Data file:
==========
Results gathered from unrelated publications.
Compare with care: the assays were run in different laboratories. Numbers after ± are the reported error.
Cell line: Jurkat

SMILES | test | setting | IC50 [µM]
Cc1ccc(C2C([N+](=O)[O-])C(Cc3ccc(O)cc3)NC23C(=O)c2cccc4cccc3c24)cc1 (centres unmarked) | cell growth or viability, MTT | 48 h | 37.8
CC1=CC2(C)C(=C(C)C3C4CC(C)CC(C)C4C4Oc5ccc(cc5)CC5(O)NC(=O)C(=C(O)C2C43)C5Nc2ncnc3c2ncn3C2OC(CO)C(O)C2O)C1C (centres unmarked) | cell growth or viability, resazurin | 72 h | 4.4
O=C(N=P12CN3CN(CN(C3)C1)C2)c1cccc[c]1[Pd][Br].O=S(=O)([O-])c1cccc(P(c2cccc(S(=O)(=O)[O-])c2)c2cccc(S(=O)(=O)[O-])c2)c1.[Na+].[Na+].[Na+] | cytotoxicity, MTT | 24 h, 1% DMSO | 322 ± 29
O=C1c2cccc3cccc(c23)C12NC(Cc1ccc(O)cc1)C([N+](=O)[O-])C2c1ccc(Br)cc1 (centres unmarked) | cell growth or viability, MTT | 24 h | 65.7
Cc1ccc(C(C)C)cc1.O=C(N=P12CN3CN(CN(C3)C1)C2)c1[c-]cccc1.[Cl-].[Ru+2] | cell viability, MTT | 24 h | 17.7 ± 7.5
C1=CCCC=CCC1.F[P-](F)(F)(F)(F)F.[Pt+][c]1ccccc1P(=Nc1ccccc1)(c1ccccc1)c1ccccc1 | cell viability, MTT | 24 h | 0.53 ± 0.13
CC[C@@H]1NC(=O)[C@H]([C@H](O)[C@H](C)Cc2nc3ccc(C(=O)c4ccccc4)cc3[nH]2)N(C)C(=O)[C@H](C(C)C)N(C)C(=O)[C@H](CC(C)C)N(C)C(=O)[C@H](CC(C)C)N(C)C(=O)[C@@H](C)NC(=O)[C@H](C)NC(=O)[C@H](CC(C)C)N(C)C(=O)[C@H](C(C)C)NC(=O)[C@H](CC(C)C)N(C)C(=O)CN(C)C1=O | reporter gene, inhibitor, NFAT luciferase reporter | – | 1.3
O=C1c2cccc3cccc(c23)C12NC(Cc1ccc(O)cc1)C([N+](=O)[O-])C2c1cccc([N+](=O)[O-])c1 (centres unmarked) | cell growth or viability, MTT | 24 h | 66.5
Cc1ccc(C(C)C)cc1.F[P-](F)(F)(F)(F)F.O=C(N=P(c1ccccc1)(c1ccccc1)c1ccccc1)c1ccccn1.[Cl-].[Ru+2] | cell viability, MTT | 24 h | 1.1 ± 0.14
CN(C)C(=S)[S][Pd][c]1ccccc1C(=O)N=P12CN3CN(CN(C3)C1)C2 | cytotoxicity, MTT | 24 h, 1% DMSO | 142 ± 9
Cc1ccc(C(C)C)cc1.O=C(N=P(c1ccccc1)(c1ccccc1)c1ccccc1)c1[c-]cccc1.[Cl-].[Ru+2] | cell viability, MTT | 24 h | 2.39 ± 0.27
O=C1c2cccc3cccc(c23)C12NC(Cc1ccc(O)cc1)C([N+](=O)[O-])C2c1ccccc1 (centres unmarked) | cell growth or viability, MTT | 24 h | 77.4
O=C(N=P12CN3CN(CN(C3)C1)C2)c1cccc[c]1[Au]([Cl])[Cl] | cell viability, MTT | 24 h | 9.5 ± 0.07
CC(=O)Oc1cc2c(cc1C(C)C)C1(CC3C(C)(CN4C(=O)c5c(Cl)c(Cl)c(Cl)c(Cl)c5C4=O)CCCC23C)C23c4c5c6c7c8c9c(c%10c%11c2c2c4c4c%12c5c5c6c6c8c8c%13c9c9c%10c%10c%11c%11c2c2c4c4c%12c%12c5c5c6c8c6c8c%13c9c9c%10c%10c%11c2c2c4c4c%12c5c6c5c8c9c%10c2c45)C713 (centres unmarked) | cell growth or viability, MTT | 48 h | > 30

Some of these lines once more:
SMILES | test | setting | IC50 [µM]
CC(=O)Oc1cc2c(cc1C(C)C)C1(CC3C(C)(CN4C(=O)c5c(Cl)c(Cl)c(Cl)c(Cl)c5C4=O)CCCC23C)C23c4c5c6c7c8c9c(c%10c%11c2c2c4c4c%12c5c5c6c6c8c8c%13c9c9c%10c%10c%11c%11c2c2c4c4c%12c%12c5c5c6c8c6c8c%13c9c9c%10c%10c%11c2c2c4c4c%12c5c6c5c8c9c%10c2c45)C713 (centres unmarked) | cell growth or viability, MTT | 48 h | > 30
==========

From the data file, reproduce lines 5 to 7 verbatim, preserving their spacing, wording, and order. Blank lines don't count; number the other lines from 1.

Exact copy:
Cc1ccc(C2C([N+](=O)[O-])C(Cc3ccc(O)cc3)NC23C(=O)c2cccc4cccc3c24)cc1 (centres unmarked) | cell growth or viability, MTT | 48 h | 37.8
CC1=CC2(C)C(=C(C)C3C4CC(C)CC(C)C4C4Oc5ccc(cc5)CC5(O)NC(=O)C(=C(O)C2C43)C5Nc2ncnc3c2ncn3C2OC(CO)C(O)C2O)C1C (centres unmarked) | cell growth or viability, resazurin | 72 h | 4.4
O=C(N=P12CN3CN(CN(C3)C1)C2)c1cccc[c]1[Pd][Br].O=S(=O)([O-])c1cccc(P(c2cccc(S(=O)(=O)[O-])c2)c2cccc(S(=O)(=O)[O-])c2)c1.[Na+].[Na+].[Na+] | cytotoxicity, MTT | 24 h, 1% DMSO | 322 ± 29